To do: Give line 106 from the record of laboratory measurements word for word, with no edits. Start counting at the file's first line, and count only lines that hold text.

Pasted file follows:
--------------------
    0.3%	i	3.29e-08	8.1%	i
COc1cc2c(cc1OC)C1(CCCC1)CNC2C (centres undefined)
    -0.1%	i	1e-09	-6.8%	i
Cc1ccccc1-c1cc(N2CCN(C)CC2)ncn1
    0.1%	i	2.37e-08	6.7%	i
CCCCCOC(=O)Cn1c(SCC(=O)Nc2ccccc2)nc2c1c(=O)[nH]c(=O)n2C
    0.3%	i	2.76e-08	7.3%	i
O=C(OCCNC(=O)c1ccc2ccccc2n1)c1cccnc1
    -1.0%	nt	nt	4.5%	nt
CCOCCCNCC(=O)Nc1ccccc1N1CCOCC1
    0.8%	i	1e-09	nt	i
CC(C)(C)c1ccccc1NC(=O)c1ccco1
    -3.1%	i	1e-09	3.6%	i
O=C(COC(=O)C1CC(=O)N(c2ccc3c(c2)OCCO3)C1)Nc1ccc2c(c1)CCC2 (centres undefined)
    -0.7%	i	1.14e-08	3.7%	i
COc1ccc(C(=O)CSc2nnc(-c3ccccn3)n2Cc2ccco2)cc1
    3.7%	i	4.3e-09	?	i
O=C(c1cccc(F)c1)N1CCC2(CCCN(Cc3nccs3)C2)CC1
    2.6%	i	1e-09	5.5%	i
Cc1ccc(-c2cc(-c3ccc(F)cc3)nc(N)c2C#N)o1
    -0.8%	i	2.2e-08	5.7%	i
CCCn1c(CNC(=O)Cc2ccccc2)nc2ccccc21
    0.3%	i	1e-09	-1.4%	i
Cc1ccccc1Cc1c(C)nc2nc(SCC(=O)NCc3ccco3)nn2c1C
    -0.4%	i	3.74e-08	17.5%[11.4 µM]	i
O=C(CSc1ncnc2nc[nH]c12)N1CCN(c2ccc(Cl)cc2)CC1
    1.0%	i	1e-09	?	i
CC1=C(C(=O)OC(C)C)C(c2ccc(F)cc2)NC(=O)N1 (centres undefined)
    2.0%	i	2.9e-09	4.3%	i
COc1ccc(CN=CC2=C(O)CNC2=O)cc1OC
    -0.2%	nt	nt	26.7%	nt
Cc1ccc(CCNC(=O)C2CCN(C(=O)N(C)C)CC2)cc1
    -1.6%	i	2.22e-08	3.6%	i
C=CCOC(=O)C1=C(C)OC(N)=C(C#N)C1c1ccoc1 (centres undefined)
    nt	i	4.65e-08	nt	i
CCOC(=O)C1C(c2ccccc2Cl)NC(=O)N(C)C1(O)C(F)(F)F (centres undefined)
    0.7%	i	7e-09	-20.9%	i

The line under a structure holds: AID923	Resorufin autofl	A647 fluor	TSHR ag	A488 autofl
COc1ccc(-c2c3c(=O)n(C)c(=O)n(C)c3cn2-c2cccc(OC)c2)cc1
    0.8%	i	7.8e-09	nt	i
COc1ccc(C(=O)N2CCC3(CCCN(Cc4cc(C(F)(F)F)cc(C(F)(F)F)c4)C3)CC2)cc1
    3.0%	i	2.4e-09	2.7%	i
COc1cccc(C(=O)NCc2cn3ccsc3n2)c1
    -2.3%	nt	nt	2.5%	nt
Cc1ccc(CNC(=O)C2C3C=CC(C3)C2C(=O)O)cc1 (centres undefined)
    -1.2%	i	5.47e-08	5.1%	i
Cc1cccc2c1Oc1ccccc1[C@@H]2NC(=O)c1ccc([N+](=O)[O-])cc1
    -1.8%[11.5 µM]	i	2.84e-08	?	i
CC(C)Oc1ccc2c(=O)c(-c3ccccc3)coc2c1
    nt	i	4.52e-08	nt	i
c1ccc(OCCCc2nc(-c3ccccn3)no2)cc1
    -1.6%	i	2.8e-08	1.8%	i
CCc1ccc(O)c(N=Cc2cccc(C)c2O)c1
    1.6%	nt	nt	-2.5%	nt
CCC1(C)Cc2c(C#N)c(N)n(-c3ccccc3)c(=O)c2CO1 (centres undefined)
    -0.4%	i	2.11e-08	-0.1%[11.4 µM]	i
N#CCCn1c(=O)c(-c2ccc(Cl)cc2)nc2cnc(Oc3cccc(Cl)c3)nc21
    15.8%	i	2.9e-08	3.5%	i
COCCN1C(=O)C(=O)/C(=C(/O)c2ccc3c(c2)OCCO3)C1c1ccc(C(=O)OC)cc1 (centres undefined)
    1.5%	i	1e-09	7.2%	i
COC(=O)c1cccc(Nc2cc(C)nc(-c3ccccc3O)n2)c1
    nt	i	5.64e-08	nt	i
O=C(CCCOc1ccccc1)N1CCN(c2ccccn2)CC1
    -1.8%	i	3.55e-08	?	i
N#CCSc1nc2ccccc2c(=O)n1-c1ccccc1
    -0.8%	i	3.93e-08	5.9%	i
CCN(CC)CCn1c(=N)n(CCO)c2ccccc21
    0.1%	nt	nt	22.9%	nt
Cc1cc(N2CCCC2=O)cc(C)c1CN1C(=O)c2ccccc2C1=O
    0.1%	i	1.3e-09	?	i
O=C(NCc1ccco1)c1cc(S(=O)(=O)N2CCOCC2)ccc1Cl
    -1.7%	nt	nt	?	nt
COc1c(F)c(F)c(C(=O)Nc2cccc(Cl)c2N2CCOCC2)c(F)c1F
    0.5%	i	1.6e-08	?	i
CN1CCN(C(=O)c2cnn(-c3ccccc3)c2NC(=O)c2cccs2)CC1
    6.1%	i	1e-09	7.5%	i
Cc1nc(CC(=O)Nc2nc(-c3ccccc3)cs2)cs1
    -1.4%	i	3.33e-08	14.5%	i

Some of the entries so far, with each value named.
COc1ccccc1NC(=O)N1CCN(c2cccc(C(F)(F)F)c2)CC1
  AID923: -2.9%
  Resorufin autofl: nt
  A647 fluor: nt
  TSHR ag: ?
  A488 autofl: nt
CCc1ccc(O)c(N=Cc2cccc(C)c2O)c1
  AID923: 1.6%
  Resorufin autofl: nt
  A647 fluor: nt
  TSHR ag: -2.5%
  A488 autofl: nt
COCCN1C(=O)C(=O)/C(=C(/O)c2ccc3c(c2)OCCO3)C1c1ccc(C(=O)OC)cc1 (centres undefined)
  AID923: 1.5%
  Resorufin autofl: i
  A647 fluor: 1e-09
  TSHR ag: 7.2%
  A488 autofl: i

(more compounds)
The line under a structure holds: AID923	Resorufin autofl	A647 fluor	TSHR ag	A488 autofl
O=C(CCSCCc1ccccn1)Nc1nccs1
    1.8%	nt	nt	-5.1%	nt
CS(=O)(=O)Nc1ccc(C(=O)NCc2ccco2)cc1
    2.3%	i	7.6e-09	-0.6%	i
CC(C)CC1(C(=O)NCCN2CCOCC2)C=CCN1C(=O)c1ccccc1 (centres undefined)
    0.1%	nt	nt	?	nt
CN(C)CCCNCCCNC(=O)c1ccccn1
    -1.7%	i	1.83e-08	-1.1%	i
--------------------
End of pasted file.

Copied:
CN(C)CCCNCCCNC(=O)c1ccccn1